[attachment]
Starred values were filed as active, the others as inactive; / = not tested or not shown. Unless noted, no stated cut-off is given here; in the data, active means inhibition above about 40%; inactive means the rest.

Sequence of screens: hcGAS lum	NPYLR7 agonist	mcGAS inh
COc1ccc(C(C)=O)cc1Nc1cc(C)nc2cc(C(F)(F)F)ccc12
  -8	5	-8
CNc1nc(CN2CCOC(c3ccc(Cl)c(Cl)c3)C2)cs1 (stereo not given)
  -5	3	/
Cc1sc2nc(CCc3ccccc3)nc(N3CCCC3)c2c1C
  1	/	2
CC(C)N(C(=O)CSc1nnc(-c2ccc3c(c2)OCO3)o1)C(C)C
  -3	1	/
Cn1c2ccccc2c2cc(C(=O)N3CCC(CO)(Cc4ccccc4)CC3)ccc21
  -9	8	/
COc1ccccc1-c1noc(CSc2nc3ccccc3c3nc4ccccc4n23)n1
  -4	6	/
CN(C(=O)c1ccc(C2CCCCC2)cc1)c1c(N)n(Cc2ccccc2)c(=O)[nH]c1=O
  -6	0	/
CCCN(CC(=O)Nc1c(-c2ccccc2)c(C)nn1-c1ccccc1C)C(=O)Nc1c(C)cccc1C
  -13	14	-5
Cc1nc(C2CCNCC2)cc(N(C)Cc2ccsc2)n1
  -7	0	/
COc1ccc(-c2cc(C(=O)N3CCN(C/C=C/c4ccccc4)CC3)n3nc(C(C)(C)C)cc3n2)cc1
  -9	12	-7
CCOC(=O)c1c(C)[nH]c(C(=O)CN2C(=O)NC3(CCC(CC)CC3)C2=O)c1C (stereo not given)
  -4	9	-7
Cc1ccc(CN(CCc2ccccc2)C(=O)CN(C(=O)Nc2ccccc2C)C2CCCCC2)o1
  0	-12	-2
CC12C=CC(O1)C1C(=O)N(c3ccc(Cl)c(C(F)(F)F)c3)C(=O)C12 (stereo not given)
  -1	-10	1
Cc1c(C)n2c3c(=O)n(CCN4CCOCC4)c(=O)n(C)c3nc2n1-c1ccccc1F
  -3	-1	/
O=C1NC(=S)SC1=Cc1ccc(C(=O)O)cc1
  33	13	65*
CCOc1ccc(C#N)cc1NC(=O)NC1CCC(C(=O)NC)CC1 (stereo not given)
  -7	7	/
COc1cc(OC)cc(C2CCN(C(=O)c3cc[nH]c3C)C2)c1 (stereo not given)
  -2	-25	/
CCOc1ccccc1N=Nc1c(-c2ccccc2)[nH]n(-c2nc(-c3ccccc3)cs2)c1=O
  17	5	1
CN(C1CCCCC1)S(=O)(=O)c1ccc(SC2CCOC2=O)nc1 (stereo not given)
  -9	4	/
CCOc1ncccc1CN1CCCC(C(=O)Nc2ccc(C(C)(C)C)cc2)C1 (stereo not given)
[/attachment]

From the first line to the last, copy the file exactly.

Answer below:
Starred values were filed as active, the others as inactive; / = not tested or not shown. Unless noted, no stated cut-off is given here; in the data, active means inhibition above about 40%; inactive means the rest.

Sequence of screens: hcGAS lum	NPYLR7 agonist	mcGAS inh
COc1ccc(C(C)=O)cc1Nc1cc(C)nc2cc(C(F)(F)F)ccc12
  -8	5	-8
CNc1nc(CN2CCOC(c3ccc(Cl)c(Cl)c3)C2)cs1 (stereo not given)
  -5	3	/
Cc1sc2nc(CCc3ccccc3)nc(N3CCCC3)c2c1C
  1	/	2
CC(C)N(C(=O)CSc1nnc(-c2ccc3c(c2)OCO3)o1)C(C)C
  -3	1	/
Cn1c2ccccc2c2cc(C(=O)N3CCC(CO)(Cc4ccccc4)CC3)ccc21
  -9	8	/
COc1ccccc1-c1noc(CSc2nc3ccccc3c3nc4ccccc4n23)n1
  -4	6	/
CN(C(=O)c1ccc(C2CCCCC2)cc1)c1c(N)n(Cc2ccccc2)c(=O)[nH]c1=O
  -6	0	/
CCCN(CC(=O)Nc1c(-c2ccccc2)c(C)nn1-c1ccccc1C)C(=O)Nc1c(C)cccc1C
  -13	14	-5
Cc1nc(C2CCNCC2)cc(N(C)Cc2ccsc2)n1
  -7	0	/
COc1ccc(-c2cc(C(=O)N3CCN(C/C=C/c4ccccc4)CC3)n3nc(C(C)(C)C)cc3n2)cc1
  -9	12	-7
CCOC(=O)c1c(C)[nH]c(C(=O)CN2C(=O)NC3(CCC(CC)CC3)C2=O)c1C (stereo not given)
  -4	9	-7
Cc1ccc(CN(CCc2ccccc2)C(=O)CN(C(=O)Nc2ccccc2C)C2CCCCC2)o1
  0	-12	-2
CC12C=CC(O1)C1C(=O)N(c3ccc(Cl)c(C(F)(F)F)c3)C(=O)C12 (stereo not given)
  -1	-10	1
Cc1c(C)n2c3c(=O)n(CCN4CCOCC4)c(=O)n(C)c3nc2n1-c1ccccc1F
  -3	-1	/
O=C1NC(=S)SC1=Cc1ccc(C(=O)O)cc1
  33	13	65*
CCOc1ccc(C#N)cc1NC(=O)NC1CCC(C(=O)NC)CC1 (stereo not given)
  -7	7	/
COc1cc(OC)cc(C2CCN(C(=O)c3cc[nH]c3C)C2)c1 (stereo not given)
  -2	-25	/
CCOc1ccccc1N=Nc1c(-c2ccccc2)[nH]n(-c2nc(-c3ccccc3)cs2)c1=O
  17	5	1
CN(C1CCCCC1)S(=O)(=O)c1ccc(SC2CCOC2=O)nc1 (stereo not given)
  -9	4	/
CCOc1ncccc1CN1CCCC(C(=O)Nc2ccc(C(C)(C)C)cc2)C1 (stereo not given)